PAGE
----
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Water firms in U-turn over marketing letters that use 'scare tactics'

Water firms have been forced to review their communications and in one case even cancel a mass mail-out after a backlash from angry customers, can reveal.

Letters sent to tens of thousands of households seemingly from their water company requesting an urgent response are actually from maintenance firm HomeServe, which has been accused of using "scare tactics" to flog its pipe cover. If you've got one of these letters, you DON'T have to respond or take out the policy – and if you already have, you can cancel for free.

HomeServe operates on behalf of 13 suppliers, including Anglian Water, Cambridge Water and South East Water, whose customers have reported receiving near-identical letters promoting its plumbing and drainage insurance. They've been sent out over the past few months and use headed paper with the water company's logo. They insist on a response by a specific date and highlight that the highly discounted price will only be around for a limited time.

The letter also fails to make clear that this is an optional policy and you could already be covered for some elements under your home insurance, so you could be paying unnecessarily for cover you don't need.

Want to save on your water bills? See our guide to Cutting Your Costs.

'Nothing short of scare tactics'

We've seen concerns from more than 20 customers from three suppliers: Anglian Water, South Staffs Water (which includes Cambridge Water) and South East Water. These customers have used social media to express their anger at the letters and include Caroline, who said "scare tactics" are being used to try to get people to sign up to the insurance. Here are some of their tweets:

HomeServe was fined £30.6 million in 2014 for mis-selling insurance products, and was reprimanded by consumer group Which? in 2012 for selling potentially unnecessary insurance to thousands of customers under their water provider's branding.

Do you need the insurance?

HomeServe has confirmed you do not need to take out this insurance, so it all comes down to personal choice and the level of risk you're prepared to take.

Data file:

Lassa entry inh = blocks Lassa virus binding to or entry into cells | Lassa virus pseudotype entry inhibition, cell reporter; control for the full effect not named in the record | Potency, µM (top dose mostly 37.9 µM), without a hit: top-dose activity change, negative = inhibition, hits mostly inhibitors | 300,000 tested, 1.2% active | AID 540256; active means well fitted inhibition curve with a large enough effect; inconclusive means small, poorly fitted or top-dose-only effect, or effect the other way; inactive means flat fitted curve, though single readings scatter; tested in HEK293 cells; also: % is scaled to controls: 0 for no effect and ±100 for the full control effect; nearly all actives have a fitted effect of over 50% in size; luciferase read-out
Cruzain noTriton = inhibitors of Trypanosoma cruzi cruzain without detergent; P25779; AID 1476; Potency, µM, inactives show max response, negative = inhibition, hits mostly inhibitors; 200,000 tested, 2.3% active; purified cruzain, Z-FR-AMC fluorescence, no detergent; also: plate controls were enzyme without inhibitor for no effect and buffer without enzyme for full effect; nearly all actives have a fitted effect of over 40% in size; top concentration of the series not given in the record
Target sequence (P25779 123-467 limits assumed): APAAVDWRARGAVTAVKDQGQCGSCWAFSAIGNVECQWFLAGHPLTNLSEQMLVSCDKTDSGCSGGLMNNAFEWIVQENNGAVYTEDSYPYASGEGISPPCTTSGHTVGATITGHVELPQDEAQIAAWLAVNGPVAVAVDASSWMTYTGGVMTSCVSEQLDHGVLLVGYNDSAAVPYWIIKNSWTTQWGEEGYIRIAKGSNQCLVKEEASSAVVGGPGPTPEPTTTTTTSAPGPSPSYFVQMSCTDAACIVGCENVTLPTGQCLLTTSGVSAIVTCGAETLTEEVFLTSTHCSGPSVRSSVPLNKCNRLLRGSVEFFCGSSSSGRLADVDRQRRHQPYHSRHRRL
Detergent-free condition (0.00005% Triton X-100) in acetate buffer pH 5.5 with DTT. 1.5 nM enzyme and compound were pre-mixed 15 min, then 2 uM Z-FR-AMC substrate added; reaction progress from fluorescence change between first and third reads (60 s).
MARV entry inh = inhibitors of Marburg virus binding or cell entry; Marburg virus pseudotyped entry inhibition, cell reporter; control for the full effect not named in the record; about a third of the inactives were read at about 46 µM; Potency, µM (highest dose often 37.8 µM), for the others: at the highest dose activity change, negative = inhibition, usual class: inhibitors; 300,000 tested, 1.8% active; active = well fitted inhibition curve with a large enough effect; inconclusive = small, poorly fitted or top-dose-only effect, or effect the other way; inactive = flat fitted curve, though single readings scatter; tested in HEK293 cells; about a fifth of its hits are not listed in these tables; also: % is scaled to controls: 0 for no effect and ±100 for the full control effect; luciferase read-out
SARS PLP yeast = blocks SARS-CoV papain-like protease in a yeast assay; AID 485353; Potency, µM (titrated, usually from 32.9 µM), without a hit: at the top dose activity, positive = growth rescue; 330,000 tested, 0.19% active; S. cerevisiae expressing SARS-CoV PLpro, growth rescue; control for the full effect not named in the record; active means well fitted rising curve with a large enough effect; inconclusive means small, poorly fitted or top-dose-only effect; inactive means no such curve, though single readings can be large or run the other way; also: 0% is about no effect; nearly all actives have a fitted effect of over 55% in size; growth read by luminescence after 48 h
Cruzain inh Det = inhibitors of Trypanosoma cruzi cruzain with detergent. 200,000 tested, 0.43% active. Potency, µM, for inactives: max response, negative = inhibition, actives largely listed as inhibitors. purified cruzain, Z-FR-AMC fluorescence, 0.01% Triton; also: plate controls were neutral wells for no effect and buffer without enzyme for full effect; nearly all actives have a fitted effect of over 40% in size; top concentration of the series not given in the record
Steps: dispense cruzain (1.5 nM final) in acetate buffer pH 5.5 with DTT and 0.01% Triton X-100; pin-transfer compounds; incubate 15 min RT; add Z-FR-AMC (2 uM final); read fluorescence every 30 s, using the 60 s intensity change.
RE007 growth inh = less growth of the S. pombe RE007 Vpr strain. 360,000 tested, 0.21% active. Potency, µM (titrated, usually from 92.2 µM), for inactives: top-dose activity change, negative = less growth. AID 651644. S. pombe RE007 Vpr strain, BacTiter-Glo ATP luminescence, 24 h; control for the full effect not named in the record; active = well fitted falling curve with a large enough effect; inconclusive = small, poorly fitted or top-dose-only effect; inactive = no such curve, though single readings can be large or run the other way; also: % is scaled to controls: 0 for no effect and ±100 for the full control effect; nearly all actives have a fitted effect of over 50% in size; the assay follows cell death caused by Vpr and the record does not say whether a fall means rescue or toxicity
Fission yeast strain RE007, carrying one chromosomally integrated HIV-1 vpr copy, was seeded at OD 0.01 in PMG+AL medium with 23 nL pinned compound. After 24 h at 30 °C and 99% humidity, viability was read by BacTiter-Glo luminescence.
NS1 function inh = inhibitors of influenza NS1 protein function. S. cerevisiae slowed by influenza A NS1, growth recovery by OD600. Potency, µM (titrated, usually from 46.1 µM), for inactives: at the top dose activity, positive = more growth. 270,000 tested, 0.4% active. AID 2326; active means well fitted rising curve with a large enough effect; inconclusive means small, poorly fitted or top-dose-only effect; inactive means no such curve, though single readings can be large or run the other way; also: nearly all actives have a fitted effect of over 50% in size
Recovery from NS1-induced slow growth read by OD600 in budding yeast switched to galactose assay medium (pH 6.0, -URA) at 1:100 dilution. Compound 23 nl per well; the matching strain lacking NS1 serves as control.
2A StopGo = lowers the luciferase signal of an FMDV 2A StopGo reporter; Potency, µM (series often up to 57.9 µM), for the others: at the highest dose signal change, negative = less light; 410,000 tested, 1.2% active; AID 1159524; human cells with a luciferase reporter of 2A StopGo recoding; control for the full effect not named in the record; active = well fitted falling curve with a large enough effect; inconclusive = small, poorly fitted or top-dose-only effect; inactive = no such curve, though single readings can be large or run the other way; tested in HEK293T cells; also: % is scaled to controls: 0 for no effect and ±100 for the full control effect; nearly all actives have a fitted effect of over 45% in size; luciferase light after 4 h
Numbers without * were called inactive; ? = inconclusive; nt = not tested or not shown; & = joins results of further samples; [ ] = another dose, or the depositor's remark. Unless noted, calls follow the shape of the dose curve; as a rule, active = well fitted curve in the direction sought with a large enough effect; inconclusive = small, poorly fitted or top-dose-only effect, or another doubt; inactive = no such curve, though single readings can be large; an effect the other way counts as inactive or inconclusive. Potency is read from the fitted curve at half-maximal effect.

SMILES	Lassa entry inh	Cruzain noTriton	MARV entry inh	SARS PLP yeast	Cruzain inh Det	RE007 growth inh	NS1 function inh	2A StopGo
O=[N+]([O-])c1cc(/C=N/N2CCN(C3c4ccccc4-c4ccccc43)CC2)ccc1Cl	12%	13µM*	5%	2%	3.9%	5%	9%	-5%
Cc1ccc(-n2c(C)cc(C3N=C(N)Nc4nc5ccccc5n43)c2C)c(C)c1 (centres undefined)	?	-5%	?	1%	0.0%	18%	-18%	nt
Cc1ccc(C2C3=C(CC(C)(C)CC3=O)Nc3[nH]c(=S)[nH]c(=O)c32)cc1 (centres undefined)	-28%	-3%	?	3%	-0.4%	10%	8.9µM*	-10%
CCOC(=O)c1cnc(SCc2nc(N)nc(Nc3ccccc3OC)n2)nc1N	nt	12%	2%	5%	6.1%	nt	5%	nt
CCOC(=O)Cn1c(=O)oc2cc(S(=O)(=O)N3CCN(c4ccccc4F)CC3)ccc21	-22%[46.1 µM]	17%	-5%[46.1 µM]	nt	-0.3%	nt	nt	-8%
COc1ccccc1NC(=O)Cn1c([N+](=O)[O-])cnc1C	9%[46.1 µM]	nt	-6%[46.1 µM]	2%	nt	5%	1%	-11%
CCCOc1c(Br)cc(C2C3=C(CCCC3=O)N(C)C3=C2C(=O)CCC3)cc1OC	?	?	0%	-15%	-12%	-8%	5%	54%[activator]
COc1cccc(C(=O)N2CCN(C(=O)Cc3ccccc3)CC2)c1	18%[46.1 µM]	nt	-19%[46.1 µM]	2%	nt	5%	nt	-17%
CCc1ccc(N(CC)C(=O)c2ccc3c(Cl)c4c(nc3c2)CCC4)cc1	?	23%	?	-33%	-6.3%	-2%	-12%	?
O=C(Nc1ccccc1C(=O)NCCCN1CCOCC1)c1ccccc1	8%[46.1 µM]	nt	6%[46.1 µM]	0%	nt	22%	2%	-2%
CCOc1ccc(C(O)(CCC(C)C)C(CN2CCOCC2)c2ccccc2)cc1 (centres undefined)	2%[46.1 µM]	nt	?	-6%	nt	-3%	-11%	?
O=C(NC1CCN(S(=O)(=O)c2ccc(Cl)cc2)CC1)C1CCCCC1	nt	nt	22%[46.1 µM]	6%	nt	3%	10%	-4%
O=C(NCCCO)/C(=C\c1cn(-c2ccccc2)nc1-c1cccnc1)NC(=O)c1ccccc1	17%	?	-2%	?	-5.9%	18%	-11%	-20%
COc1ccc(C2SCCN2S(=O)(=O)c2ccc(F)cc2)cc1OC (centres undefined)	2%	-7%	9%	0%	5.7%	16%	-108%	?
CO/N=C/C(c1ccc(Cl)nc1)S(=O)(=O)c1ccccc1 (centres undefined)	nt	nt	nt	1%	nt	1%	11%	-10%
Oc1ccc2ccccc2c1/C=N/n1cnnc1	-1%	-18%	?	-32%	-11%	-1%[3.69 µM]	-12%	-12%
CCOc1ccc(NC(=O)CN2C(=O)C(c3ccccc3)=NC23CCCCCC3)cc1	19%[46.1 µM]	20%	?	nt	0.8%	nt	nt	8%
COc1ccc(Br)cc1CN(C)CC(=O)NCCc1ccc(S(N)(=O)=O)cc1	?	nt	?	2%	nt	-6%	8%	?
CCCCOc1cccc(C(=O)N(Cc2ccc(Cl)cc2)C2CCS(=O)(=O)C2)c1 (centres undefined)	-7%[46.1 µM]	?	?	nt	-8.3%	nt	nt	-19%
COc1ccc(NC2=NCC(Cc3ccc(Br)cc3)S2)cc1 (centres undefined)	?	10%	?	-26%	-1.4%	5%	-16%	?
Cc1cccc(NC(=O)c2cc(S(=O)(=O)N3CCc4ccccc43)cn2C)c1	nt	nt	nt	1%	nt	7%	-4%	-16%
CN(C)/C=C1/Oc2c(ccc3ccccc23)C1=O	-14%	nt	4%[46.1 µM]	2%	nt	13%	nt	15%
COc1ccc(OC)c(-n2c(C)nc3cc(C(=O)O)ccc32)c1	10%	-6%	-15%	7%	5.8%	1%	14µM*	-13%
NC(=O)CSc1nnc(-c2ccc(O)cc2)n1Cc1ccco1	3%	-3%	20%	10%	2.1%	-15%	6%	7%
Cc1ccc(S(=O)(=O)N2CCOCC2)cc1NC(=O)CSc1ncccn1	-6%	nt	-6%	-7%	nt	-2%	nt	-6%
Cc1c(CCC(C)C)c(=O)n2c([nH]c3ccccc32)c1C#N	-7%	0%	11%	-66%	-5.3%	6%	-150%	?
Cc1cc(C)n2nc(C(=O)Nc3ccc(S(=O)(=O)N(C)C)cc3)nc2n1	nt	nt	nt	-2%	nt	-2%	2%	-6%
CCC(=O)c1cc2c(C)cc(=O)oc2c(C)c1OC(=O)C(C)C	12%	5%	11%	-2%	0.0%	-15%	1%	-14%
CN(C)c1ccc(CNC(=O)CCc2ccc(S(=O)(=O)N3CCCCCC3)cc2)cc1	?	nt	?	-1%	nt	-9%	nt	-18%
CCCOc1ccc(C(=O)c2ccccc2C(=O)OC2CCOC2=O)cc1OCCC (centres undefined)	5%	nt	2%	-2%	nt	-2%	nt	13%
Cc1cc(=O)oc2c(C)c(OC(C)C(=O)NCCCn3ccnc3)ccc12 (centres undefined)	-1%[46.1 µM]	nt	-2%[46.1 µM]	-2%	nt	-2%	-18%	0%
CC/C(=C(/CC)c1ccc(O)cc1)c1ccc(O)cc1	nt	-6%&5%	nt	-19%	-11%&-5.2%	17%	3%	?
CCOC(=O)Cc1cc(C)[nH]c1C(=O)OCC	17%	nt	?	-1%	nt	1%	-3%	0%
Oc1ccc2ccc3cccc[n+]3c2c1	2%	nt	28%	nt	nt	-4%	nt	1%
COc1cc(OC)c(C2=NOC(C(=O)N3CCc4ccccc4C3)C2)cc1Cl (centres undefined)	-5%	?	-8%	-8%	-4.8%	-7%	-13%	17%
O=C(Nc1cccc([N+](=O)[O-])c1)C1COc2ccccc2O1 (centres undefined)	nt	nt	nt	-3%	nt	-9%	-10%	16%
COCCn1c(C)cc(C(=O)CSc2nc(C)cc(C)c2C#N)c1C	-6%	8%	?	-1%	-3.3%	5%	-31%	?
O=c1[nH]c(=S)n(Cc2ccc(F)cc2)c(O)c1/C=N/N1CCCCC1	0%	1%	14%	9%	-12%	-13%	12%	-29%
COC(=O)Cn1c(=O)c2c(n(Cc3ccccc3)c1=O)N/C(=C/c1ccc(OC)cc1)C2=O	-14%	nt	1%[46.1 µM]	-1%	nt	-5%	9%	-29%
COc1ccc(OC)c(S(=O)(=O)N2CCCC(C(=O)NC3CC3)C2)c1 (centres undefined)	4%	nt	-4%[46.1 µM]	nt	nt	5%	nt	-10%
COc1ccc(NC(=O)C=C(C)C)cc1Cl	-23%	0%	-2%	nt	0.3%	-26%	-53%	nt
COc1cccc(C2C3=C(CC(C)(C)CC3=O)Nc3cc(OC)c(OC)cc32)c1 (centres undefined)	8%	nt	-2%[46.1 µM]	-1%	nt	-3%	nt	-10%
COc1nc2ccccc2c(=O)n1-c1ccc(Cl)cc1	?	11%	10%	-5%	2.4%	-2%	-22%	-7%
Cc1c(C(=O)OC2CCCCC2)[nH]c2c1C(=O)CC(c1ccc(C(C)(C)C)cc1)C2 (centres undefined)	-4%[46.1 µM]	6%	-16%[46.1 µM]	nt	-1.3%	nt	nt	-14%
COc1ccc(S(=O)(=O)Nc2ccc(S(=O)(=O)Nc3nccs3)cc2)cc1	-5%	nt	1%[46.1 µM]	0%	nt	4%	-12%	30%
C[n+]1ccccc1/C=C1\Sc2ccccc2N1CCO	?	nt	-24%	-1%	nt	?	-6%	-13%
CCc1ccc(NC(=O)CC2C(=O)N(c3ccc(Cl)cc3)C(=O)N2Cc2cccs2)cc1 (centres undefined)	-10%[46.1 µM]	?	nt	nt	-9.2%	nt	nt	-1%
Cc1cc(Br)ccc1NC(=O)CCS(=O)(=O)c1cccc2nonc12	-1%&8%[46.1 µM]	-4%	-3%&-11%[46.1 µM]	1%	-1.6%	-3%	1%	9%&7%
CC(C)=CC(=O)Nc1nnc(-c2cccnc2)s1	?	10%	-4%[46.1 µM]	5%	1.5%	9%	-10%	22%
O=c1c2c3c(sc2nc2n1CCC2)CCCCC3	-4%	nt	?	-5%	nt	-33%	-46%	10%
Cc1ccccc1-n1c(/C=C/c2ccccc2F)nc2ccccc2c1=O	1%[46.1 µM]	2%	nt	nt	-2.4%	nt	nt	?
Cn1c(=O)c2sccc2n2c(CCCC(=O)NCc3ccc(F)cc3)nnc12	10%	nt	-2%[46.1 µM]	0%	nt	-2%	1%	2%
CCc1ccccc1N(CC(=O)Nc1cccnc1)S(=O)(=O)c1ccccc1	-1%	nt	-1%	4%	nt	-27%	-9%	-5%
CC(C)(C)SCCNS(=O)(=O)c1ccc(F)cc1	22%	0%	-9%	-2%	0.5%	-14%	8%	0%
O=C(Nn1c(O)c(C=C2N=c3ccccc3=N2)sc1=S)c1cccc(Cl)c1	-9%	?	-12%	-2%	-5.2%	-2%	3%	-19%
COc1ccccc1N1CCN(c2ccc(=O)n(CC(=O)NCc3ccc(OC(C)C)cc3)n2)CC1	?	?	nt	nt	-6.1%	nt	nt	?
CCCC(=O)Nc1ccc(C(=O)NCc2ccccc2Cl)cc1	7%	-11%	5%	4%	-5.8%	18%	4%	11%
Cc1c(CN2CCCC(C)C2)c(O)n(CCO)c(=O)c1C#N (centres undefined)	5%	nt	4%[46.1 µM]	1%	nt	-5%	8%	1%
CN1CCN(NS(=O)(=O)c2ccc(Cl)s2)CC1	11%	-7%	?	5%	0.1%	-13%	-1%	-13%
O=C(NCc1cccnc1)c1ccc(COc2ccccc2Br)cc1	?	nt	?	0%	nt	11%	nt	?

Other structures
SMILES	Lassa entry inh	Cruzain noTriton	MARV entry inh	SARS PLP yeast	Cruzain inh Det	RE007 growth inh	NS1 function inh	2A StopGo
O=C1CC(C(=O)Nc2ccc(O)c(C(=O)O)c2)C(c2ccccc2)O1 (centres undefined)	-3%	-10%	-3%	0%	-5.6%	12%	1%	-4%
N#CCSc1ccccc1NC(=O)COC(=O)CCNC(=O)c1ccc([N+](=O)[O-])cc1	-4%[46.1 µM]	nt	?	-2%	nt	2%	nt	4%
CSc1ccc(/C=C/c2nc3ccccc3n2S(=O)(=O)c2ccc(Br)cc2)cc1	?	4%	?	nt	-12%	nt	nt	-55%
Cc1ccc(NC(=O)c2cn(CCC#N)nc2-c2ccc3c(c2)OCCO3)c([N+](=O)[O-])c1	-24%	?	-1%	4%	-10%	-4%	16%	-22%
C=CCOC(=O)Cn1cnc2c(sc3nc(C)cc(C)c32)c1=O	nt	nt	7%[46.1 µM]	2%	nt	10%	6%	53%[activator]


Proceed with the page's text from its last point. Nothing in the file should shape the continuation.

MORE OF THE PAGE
The initial 12-month policy is 75p/month in the first year, but automatically renews in the second year, jumping to £10/month. The policy itself is not terrible for 75p/mth, but before taking out any new insurance, check if you're already covered by an existing policy. Speak to your home insurance company first and see our Cheap Home Insurance guide for more tips to cut costs. 

As a rule of thumb, if a pipe leak within your boundary causes damage to your property, you'll likely be covered for the damage to your home under your home insurance policy, but it probably won't cover the repair of the damaged pipe itself.

Some water companies may even provide free repairs to fix damaged water supply pipes, though this is often on a case-by-case basis.

Depending on what you want to protect, it may also be cheaper to self-insure. Instead of paying for the pipe insurance each month, put the same amount into a top savings account to build up your own emergency fund. If you have a problem, the cash is there to pay for it. If you don't, the cash is yours.

How do you cancel?

If you've already signed up to a policy but have since decided it's not for you, HomeServe says you can cancel at any point during your cover and without any penalty. You can do this by calling HomeServe on 0330 0247 002.

What does HomeServe and the water firms say?

After we contacted HomeServe to ask if it would review the content of its letters amid the backlash, it told us: "We constantly adapt and tailor all our marketing and we're grateful for the feedback and the opportunity to reassure any concerns customers might have about any of our activity.

"Our intention was to let people know what their responsibility is in respect of their water supply pipe and make them aware of a completely optional service available to them to protect themselves, with a limited-time special offer."

The water companies, which get commission for policies sold, have also taken steps to address the issue following the backlash.

  • An Anglian Water spokesperson told us: "We will review the content of the letters with HomeServe following customer concerns. We appreciate that the products do not appeal to all of our customers and they can opt out of receiving these marketing materials by visiting the Anglian Water Direct website."

  • A spokesperson for Cambridge Water said: "We conducted a trial mail-out of the HomeServe marketing letters to around 33,500 (10%) of our customers earlier this year. Following customer feedback about the letters, we took the decision to cancel the trial on 7 June and no further letters have been sent out."

  • South East Water told us: "We review HomeServe's marketing materials regularly and are talking to them about how their communications can be improved, particularly on how people can opt out of receiving these letters."

'It smacks of hard selling'

Gary Caffell, energy and utilities editor at, said: "The way these letters were written, with the water firm's masthead and a request to urgently respond among other things, understandably left many householders confused and smacks of hard selling.

"It's only right that the firms concerned have listened to the negative feedback and have told us they will think more carefully in future about the content of their mail-outs.

"Remember, if you have received one or something very similar from your water company and don't want the insurance, just bin the letter. And if you have already signed up but have now changed your mind, you can cancel."

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